• Zilva May 11, 2018 at 8:56 pm

    I've overcome this and wouldn't wish it on my worse enemy. These videos make the syptoms come back and I can relate 100%

  • Hannes De Preter May 11, 2018 at 8:56 pm

    he explains in the way i have felt exactly in certain situations just like i'm watching myself in a movie and i don't constantly have this for me it mostly gets triggerd when i'm under the influence of alchohol so i'm considering quitting but then again i don't know if that's something i would do so yeah what do i do

  • Good Kitty May 11, 2018 at 8:56 pm

    i think it's dissociation…the brain not wanting you to fully engage as means to protect you. the part of you that's been emotionally traumatized by whatever is "watching" for trigers to protect you…i think the needing constant stimulation, something i experience myself, means you are out of hte body and within in the mind. it's what i'm working on right now, i mean whatever that even means

  • Logic May 11, 2018 at 8:56 pm

    Staying away from new agers, it's not spiritual…. it's just anxiety and trauma. , quiting sugar, staying off computer screens 👍🏻

  • Sarah Jones May 11, 2018 at 8:56 pm

    Depersonalisation is weird and scary so thanks for sharing and making sufferers feel less panicked by it.
    I read somewhere that CFS/ME would have been called a 'nervous breakdown' about 30yrs ago.
    Depersonalisation usually occurs after trauma to allow the physical/emotional process to process when it is safer to do so. It is a survival mechanism. Weird when it happens but shows the brain is protecting you.
    Keep doing these videos they are so helpful!

  • Amnesia May 11, 2018 at 8:56 pm

    Its been a long 1 year dream, and its still going on 24/7

  • alain rosso May 11, 2018 at 8:56 pm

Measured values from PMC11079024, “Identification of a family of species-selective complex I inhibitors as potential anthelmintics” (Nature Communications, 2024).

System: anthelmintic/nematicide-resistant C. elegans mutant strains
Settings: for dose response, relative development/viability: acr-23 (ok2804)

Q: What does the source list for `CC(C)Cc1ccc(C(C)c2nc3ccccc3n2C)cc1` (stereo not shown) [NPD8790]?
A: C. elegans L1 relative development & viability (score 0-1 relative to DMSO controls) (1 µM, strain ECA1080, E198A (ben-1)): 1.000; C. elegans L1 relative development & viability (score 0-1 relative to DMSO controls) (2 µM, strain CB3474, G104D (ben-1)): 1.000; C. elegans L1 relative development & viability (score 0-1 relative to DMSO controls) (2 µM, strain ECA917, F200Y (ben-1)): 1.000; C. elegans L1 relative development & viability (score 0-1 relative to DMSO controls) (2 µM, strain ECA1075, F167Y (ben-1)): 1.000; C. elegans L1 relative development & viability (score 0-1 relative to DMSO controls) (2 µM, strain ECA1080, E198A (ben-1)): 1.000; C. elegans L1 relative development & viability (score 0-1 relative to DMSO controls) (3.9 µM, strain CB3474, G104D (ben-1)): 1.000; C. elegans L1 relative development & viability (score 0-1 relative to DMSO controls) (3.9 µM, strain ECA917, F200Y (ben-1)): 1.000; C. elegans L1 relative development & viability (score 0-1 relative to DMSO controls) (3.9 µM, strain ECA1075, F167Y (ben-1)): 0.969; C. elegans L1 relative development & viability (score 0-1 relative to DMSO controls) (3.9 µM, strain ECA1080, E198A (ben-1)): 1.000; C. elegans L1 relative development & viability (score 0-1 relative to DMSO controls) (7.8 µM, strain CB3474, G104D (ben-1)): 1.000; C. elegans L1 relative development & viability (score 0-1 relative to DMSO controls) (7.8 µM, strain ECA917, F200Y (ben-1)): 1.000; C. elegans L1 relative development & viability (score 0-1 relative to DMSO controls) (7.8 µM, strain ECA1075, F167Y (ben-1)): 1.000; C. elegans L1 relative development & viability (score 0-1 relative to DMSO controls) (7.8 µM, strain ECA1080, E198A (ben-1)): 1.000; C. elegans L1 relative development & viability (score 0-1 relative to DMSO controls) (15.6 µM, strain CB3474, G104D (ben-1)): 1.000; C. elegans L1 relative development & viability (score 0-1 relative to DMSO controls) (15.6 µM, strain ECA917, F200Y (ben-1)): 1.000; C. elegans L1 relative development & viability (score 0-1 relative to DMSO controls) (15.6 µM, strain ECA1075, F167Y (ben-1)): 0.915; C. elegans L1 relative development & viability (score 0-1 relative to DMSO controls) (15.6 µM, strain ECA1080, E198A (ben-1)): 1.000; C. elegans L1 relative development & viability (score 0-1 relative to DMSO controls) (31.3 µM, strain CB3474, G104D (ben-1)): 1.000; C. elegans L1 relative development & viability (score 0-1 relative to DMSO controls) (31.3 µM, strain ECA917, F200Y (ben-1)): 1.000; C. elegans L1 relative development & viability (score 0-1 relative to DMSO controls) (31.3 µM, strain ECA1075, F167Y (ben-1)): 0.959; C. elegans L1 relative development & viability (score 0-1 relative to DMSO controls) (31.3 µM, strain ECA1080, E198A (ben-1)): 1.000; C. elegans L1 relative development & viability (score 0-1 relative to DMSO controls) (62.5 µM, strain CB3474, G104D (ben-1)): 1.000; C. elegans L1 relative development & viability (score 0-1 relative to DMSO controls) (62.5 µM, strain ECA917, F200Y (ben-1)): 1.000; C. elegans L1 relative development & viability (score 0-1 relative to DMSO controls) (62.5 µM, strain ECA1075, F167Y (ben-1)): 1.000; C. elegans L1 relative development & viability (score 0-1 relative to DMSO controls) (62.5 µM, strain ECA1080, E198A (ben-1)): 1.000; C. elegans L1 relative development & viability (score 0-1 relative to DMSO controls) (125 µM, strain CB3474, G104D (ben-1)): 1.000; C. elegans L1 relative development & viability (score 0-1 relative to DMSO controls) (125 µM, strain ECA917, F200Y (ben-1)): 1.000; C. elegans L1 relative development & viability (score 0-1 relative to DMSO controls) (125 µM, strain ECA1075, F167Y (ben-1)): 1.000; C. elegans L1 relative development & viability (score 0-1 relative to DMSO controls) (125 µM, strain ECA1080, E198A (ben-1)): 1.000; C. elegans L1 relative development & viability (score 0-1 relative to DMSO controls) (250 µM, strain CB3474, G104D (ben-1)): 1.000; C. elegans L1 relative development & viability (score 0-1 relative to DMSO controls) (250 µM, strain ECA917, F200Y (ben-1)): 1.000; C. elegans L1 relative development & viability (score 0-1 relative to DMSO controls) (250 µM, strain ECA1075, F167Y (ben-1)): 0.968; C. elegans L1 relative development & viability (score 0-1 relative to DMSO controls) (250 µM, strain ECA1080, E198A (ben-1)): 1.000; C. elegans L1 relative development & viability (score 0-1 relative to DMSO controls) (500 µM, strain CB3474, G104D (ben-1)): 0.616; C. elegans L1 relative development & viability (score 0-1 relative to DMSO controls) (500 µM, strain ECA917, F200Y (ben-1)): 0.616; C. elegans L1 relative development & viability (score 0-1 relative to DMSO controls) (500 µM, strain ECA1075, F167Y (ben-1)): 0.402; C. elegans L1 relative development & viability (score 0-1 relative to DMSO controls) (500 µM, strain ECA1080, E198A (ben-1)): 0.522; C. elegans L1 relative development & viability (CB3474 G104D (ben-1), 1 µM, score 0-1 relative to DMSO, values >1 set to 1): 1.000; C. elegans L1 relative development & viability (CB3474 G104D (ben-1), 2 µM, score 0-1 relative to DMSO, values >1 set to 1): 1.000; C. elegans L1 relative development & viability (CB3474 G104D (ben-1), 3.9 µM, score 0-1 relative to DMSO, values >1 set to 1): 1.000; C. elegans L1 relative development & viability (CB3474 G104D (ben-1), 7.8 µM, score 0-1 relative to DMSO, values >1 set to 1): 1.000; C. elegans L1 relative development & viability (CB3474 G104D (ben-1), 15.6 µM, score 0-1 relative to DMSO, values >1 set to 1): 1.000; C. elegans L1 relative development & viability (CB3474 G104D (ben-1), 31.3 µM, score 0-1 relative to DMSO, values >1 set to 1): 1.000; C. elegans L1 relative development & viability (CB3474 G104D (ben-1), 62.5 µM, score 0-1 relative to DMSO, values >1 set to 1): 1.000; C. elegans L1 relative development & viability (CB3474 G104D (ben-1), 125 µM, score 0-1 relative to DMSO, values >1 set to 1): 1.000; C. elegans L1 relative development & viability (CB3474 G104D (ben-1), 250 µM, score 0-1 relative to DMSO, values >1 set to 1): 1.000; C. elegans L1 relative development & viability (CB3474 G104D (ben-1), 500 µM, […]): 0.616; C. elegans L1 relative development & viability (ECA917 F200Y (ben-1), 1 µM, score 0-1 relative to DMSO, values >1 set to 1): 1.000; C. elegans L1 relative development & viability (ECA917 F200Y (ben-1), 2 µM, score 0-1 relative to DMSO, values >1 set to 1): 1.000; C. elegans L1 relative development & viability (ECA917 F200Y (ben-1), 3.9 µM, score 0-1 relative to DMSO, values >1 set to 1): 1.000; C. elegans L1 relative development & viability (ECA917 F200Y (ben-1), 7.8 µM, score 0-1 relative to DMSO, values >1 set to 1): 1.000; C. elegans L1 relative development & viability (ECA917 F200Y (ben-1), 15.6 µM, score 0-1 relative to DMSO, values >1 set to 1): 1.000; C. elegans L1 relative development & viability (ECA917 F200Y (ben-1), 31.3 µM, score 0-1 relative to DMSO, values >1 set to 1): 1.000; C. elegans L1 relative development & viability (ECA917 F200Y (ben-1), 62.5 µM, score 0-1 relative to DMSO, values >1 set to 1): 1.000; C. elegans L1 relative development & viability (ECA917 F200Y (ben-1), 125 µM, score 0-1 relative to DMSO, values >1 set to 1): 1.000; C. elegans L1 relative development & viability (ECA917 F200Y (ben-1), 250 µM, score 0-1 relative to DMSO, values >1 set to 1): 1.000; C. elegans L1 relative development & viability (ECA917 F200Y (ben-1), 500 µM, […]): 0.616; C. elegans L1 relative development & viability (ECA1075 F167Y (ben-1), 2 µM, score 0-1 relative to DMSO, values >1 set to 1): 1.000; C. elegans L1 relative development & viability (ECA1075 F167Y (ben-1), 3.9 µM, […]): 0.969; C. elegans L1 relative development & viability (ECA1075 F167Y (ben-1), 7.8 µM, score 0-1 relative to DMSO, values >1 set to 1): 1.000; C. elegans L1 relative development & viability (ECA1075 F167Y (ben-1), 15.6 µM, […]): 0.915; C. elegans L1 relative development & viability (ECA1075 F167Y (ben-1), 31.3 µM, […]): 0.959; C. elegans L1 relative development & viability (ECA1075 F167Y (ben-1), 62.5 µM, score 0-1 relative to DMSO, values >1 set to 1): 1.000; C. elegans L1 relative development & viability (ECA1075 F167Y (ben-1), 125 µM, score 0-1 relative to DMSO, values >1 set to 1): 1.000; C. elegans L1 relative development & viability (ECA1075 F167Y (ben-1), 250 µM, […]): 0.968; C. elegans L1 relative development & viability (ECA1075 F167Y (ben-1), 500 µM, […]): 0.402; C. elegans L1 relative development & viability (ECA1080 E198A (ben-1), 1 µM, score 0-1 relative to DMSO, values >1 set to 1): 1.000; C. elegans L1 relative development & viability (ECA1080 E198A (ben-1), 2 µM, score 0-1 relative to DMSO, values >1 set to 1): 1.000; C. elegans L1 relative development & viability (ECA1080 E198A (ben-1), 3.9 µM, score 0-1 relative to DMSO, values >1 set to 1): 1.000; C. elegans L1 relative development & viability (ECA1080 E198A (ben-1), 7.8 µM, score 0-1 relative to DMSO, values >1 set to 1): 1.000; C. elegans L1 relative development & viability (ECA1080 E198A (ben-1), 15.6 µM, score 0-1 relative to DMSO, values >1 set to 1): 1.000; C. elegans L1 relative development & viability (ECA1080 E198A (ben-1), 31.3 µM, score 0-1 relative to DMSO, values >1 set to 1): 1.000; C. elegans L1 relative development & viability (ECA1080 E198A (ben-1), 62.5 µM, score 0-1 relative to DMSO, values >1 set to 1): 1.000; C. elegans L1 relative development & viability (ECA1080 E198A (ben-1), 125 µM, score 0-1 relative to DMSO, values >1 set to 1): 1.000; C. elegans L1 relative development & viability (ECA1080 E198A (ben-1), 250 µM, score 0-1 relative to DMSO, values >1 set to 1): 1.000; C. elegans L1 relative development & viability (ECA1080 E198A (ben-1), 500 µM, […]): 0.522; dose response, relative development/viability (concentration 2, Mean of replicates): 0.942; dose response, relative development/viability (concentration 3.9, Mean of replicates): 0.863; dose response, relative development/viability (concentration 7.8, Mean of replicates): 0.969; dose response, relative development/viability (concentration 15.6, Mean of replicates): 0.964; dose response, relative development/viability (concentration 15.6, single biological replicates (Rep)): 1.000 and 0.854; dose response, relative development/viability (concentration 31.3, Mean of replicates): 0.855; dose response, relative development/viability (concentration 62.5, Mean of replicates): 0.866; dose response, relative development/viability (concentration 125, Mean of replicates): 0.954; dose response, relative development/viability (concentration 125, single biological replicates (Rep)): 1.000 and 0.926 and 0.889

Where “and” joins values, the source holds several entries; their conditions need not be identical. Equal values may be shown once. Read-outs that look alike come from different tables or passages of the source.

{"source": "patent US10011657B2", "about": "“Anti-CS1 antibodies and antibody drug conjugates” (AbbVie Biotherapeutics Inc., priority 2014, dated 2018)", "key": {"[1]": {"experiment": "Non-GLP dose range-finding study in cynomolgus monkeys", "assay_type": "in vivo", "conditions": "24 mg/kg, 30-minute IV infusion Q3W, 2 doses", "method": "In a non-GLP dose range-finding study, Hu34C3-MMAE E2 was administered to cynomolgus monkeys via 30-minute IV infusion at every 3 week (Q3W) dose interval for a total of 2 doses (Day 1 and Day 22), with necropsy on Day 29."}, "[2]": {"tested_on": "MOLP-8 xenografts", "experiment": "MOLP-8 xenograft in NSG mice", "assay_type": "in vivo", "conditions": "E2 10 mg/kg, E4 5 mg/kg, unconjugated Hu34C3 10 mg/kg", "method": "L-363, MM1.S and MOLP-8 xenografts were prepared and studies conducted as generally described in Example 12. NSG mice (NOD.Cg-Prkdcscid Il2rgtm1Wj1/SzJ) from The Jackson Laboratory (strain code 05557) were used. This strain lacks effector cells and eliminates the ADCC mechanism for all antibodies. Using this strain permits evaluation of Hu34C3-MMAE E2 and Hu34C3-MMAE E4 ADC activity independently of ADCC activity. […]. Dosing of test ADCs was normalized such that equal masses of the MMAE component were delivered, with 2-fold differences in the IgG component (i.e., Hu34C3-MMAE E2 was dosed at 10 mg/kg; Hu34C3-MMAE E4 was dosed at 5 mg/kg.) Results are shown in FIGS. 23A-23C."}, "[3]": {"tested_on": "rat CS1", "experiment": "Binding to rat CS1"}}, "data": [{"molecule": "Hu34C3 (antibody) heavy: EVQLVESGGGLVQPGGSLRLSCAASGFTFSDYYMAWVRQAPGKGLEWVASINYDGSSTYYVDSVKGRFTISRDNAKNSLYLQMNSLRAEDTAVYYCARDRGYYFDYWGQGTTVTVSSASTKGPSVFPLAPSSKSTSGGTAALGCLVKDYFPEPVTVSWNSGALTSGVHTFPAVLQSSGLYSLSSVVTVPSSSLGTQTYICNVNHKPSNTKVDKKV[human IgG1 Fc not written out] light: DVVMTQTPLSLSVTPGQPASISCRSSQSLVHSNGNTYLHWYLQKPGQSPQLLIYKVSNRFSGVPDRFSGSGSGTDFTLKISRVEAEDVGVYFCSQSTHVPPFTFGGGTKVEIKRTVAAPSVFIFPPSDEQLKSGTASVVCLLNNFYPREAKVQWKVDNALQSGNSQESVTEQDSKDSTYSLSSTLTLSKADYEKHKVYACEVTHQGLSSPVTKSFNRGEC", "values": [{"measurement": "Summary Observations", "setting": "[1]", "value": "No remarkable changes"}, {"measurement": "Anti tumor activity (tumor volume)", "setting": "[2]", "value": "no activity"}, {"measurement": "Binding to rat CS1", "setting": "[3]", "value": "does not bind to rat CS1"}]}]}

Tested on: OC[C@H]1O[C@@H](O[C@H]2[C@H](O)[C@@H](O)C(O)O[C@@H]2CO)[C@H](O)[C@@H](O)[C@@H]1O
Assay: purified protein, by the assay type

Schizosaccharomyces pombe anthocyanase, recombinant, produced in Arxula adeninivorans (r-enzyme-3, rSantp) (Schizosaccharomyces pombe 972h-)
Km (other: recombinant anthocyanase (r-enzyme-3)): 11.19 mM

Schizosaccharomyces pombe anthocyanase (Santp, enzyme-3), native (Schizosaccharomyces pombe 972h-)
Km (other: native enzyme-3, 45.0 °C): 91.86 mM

i lived with this for many years and it went away for a while, after my mum died it happened again i 'm tired…

  • Mike Dryson May 11, 2018 at 8:56 pm

    It feels like im stoned all the time and my brain is sleeping

  • Idil mohammed May 11, 2018 at 8:56 pm

    Thank you for sharing! This video was really helpful!!

  • Allen Esparza May 11, 2018 at 8:56 pm

    I am in the middle of my dp/dr literally while i type this paragraph … when it first hit me I went straight to the ER and got tons of tests done and the docs said absolutely nothing is wrong with me, that was almost exactly 2 weeks ago. I choose to love myself and address my trauma issues accordingly. I am 34 years old and to my knowledge I have didnt have dp/dr growing up. I was an accomplished athlete growing up and am very successful in my career. This scary and terrifying disease can hit anybody. Please be strong and learn to love yourself and dont let it beat you. Be strong. Im open to anybody that wants to talk to me.

  • Ludwig Störholt May 11, 2018 at 8:56 pm

    The thing you said about not having any standards for yourself, not thinking that you should be or react in a certain way, I believe is very important. Because if you are not tied to an image of how you should be, you won't disappoint yourself by not living up to those standards which means less anxiety. But easier said than done perhaps, as with many things.